Thrilling Super League trio shine off the bench
Matt Ogborn @mattogborn
Rugby league is often derided as a simplistic tit for tat carried out by bulked-up gym rats, however that stance does a huge disservice to the sublime skills seen on a weekly basis.
Their slick ball handling, crafty kicking and game-changing vision have wowed crowds at either end of the earth time and again.
What of the bit-part players, though? The replacements that rarely start a game but come off the interchange bench to lift the crowd or provide a welcome spark to salvage one.
Their value to a sport fighting on the fringes of mass attention often gets overlooked, which is a shame as they are often fan favourites who sacrifice playing time for the greater good. When the Super League decided to adopt similar measures to the NRL in Australia and increase the number of interchanges from a pool of four substitutes to 12 from six, including blood bins, it changed the face of the game on these shores.
Along with the timing of the season from February to October, it marks league out from its sister code union and has helped to make heroes of players who would otherwise get sidelined.
For those sports fans who have been sitting on the fence about rugby league, there could have been no better advert for the northern code than the Grand Final last October. A rollercoaster affair staged in difficult playing conditions, the game could not fail to leave you watching from the edge of your seat whether you were lucky enough to be there at Old Trafford or salivating expectantly at home.
Quite rightly considered one of the best impact players of the last few years, the diminutive half back glided through the grasp of the bewildered opposition defence like knife through butter to spark a comeback that saw the Rhinos get their hands on the trophy again.
It was not the first time that the 29-year-old had got the call from coach to strip off his tracksuit when Leeds were on the rack and in need of a slippery saviour. His mesmeric display in the 2007 Grand Final against St Helens, when he won the first of his two Harry Sunderland Trophy awards, was already branded on the minds of league fans up and down the land.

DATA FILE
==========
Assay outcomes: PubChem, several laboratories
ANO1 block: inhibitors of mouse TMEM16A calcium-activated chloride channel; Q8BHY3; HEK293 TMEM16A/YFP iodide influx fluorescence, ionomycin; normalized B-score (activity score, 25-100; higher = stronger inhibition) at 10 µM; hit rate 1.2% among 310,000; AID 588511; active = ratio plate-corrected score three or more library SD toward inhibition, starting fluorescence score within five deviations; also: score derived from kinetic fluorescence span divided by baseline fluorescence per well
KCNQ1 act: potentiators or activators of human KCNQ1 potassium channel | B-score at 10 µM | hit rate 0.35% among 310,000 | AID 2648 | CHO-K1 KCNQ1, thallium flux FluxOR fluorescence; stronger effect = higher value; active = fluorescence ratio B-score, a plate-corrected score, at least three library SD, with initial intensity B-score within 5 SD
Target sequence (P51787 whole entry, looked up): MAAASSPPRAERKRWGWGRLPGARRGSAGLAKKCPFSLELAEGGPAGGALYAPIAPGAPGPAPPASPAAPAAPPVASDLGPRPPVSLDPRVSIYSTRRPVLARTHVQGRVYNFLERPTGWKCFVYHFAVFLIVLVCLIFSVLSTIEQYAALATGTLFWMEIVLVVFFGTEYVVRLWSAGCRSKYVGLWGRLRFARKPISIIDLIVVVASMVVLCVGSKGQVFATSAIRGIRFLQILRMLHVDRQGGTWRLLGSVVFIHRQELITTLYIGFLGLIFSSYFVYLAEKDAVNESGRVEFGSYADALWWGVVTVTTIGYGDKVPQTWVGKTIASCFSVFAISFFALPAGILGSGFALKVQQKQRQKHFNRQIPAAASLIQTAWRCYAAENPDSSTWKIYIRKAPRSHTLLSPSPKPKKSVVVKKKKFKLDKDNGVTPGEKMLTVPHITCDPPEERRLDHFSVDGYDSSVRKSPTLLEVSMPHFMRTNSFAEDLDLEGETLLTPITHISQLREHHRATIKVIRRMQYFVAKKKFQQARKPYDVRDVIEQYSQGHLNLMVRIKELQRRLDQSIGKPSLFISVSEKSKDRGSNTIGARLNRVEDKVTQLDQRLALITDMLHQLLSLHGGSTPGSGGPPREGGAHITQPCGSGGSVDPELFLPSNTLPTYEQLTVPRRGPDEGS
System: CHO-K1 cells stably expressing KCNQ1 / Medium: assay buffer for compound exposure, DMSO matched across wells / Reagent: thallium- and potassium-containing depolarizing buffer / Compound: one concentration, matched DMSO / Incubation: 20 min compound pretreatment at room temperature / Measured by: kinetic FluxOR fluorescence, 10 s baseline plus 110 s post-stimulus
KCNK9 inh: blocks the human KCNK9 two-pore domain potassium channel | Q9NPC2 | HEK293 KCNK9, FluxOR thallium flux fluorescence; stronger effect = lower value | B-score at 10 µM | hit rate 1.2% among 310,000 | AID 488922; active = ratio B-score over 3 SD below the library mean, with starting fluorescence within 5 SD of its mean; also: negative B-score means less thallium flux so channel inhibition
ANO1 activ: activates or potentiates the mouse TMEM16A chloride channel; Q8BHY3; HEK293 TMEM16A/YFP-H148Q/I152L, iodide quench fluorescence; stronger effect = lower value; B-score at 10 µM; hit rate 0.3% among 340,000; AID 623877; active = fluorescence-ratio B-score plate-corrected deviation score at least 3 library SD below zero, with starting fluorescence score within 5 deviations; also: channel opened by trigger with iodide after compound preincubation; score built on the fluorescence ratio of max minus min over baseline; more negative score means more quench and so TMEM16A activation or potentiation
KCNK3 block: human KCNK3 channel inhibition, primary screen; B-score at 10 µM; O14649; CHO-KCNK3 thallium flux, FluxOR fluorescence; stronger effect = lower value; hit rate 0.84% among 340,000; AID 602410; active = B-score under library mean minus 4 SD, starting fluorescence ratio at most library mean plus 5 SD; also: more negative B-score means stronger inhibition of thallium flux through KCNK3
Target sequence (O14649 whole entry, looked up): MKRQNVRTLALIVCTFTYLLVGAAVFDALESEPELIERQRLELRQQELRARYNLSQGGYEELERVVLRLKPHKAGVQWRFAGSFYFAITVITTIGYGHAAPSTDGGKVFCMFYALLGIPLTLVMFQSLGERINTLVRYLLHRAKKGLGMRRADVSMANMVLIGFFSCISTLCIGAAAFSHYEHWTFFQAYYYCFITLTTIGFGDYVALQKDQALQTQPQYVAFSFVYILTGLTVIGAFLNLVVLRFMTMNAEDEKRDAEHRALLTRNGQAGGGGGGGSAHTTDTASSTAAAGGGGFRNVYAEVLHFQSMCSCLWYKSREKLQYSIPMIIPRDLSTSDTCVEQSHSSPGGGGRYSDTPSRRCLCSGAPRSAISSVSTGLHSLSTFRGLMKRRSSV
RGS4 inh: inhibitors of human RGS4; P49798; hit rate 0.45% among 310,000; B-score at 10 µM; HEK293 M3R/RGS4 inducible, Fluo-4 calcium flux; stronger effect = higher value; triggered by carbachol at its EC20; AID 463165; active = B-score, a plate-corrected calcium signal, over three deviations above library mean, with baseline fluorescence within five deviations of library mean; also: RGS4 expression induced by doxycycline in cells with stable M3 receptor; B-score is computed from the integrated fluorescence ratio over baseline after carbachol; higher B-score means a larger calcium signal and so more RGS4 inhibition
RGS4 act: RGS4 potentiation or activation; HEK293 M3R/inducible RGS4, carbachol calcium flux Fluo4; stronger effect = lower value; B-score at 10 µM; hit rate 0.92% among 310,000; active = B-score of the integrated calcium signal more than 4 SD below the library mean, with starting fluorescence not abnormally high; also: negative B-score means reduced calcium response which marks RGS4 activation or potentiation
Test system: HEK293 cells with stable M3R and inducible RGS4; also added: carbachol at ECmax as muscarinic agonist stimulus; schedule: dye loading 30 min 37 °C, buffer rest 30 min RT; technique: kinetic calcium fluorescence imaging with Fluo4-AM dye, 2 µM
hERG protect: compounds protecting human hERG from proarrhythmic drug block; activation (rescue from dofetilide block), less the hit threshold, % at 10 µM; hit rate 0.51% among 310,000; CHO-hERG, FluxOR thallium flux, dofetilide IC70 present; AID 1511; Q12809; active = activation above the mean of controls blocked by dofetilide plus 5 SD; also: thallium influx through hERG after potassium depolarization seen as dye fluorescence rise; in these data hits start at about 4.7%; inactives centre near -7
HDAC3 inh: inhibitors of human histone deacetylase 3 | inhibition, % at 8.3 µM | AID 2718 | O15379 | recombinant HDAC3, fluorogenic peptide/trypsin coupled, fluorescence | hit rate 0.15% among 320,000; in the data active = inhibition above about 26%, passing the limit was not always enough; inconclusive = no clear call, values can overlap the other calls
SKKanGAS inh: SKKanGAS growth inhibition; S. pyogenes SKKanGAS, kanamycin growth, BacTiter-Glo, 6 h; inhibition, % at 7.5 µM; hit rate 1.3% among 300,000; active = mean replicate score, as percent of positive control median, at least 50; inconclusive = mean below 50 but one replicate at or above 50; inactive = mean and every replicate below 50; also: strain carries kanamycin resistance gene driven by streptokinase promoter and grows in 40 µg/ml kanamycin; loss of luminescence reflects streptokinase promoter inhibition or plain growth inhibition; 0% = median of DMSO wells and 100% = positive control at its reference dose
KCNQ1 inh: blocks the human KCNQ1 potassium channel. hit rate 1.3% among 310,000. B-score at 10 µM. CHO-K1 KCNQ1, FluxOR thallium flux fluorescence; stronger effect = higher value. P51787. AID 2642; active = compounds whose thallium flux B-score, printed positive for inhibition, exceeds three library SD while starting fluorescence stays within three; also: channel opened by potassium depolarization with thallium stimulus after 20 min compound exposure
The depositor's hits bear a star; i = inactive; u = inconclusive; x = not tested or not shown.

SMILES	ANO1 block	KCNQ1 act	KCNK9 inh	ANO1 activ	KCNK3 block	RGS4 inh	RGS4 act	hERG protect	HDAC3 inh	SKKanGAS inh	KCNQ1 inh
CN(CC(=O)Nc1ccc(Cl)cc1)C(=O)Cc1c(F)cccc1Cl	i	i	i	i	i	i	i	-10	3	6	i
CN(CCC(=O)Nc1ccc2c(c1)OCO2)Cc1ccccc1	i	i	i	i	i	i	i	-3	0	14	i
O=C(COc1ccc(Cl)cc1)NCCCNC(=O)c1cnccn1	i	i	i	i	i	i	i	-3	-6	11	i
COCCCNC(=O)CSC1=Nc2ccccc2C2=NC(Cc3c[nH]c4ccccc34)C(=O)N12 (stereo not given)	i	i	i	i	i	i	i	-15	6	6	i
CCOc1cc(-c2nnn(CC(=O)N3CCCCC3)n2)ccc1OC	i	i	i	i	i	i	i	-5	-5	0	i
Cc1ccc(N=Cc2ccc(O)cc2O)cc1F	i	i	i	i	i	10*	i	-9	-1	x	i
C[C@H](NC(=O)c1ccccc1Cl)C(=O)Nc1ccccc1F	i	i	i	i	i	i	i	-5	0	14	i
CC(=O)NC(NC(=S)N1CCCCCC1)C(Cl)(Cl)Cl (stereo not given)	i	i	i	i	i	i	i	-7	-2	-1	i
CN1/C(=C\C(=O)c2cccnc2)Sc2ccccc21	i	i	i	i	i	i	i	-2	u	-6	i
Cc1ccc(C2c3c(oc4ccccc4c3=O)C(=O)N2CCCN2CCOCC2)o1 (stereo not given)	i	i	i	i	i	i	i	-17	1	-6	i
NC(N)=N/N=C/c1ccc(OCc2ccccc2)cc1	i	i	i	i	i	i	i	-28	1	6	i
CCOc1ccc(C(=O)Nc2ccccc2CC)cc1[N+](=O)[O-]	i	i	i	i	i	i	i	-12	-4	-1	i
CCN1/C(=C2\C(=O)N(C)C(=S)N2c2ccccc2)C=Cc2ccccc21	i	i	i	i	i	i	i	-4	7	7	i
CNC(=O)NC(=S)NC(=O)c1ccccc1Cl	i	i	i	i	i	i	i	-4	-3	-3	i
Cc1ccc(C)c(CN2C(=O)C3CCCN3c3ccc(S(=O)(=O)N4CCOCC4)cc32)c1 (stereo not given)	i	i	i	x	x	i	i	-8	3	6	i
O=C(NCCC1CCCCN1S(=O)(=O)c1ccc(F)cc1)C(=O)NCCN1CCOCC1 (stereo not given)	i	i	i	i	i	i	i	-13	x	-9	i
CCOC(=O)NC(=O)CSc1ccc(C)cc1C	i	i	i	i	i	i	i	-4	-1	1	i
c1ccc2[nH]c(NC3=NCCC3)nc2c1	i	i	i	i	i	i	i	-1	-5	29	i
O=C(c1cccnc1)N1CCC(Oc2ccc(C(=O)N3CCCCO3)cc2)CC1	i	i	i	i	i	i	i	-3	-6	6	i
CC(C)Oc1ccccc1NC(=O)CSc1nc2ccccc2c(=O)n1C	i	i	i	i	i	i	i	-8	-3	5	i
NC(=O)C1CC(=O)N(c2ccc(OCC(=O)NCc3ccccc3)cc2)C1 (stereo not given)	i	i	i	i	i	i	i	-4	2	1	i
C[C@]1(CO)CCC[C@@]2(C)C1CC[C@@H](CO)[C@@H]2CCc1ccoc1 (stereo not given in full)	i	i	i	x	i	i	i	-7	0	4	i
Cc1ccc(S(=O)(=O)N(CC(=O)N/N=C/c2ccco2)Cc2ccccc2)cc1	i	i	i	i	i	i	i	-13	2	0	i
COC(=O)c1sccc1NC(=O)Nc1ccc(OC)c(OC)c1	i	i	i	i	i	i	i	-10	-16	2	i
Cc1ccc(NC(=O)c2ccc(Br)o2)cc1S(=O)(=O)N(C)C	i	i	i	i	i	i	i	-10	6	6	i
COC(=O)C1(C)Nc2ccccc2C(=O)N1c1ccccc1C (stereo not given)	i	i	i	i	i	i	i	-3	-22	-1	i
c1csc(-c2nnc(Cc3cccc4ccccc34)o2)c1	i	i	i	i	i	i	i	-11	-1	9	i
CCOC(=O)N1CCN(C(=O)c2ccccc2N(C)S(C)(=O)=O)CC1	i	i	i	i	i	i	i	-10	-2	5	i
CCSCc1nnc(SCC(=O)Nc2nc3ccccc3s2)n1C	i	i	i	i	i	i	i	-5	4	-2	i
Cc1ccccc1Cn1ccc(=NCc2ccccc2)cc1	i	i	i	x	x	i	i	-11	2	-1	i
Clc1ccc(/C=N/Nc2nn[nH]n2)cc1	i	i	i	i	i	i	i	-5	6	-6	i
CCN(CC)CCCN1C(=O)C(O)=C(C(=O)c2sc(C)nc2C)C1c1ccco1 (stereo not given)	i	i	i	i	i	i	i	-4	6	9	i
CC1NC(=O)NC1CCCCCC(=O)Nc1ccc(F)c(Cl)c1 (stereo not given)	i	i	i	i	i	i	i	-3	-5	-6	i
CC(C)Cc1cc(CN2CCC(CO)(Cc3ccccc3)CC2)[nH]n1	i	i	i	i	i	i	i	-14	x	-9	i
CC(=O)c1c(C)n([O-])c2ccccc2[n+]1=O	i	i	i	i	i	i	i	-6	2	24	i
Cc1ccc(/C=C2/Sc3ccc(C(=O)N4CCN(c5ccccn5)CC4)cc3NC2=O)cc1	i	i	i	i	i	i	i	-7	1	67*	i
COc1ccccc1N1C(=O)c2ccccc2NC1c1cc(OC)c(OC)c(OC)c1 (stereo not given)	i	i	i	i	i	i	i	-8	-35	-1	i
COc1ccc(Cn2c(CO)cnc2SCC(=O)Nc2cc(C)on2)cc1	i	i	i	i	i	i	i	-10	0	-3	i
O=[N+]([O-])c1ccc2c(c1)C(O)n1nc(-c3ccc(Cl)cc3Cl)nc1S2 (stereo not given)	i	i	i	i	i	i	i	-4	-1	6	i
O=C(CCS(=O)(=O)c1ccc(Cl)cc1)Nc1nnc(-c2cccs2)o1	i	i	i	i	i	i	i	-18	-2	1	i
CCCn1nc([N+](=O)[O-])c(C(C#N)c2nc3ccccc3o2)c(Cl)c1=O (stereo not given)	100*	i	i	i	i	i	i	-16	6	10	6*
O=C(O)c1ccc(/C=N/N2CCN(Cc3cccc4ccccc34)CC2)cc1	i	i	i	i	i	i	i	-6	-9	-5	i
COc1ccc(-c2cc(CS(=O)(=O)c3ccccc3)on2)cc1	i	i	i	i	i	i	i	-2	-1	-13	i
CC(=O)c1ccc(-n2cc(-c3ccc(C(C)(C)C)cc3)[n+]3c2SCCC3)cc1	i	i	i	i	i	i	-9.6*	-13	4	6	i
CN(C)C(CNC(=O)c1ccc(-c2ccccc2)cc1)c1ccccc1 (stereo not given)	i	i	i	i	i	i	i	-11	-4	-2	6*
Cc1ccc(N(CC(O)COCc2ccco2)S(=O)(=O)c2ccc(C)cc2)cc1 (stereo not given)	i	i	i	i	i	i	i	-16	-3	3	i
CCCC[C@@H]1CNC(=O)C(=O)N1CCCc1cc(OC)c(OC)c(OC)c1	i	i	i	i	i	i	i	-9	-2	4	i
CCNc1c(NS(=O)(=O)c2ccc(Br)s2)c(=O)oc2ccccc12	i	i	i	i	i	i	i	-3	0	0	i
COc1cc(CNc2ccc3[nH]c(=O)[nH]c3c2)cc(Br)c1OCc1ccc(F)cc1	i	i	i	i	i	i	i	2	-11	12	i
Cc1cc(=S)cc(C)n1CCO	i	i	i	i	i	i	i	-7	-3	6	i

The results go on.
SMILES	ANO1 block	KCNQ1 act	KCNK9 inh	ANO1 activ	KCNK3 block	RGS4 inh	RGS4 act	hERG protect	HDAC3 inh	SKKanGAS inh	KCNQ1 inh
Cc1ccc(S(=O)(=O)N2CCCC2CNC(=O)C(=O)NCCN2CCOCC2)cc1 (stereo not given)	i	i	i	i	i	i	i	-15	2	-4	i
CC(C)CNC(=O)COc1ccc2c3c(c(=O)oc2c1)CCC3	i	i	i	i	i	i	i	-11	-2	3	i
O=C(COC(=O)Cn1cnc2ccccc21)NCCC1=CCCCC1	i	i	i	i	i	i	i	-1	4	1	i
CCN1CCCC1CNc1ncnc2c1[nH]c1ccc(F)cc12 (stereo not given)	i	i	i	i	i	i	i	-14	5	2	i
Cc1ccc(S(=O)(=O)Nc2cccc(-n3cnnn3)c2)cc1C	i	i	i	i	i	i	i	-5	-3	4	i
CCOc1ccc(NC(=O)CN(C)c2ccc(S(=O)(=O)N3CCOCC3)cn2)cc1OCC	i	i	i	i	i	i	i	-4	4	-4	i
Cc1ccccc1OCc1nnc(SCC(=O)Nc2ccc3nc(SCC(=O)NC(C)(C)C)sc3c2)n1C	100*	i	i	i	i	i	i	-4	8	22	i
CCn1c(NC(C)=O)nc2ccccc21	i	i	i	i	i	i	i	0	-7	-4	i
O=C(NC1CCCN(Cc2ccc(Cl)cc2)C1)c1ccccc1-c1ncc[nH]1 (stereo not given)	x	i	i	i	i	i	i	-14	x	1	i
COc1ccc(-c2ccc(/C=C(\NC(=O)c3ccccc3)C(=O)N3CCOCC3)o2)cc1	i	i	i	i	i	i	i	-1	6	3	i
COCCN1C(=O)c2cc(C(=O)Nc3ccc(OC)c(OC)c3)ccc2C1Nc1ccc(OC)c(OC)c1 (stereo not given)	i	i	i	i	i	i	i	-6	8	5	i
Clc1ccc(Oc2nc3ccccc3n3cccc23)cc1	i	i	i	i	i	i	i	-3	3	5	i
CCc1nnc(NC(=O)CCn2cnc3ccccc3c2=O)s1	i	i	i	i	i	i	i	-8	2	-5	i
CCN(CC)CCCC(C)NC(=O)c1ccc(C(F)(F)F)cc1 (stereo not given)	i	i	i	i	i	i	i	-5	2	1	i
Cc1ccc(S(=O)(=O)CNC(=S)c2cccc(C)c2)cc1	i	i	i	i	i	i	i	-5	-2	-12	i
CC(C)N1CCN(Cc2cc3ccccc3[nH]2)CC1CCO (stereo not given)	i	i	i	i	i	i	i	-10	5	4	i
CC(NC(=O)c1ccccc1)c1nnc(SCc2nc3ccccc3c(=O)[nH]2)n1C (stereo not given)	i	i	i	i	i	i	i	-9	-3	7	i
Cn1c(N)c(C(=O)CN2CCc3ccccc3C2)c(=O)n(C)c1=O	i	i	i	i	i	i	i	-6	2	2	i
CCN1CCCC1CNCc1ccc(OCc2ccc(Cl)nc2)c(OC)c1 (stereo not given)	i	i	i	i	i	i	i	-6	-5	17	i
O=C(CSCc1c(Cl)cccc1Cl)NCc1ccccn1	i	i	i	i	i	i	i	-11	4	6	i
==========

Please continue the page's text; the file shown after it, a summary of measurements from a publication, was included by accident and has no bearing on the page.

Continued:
Burrow himself does not court the spotlight, preferring to exist in the celebrity shadows. Asked if his big-stage heroics had ever gone to his head, he replied: “The big hits and power is not something I am blessed with and I have to approach my game differently, work hard to make the size factor a positive, not to the detriment of my game.
“I am trying to stay away from the big guys and make it hard to catch me. There is a role for any size guy out there. I have to keep improving every year. I was a Leeds fan growing up so I loved watching Iestyn Harris, who for me was the best player in the comp at that stage in my teens.
“I watched people like Alfie (Allan) Langer for his size growing up and certainly the latter part of my teens was Iestyn. He was a total role model for any player and his ability on the pitch was enough to put anyone in awe, especially me.
“Players like Billy Slater and Darren Lockyer are one of a kind and if you can be a fraction as good as what those players are, then you are in with a shout. What they do on the pitch speaks for itself, but I think if you look at most of the sensational players like that, it is what they do off the pitch as well.”
You do not need to go far to find another player celebrated by his home fans for his small, yet meaningful, contributions. Warrington Wolves were the form team of the regular season in 2011, their enterprising brand of rugby marking them out before a disappointing semi-final performance against Burrow’s Rhinos ended their hopes of Grand Final glory.
Try gluttons like Joel Monaghan and Ryan Atkins get the lion’s share of the headlines, along with international regulars such as Adrian Morley, Ben Westwood and Garreth Carvell, but there is one man who dominates pub conversations around the Halliwell Jones Stadium.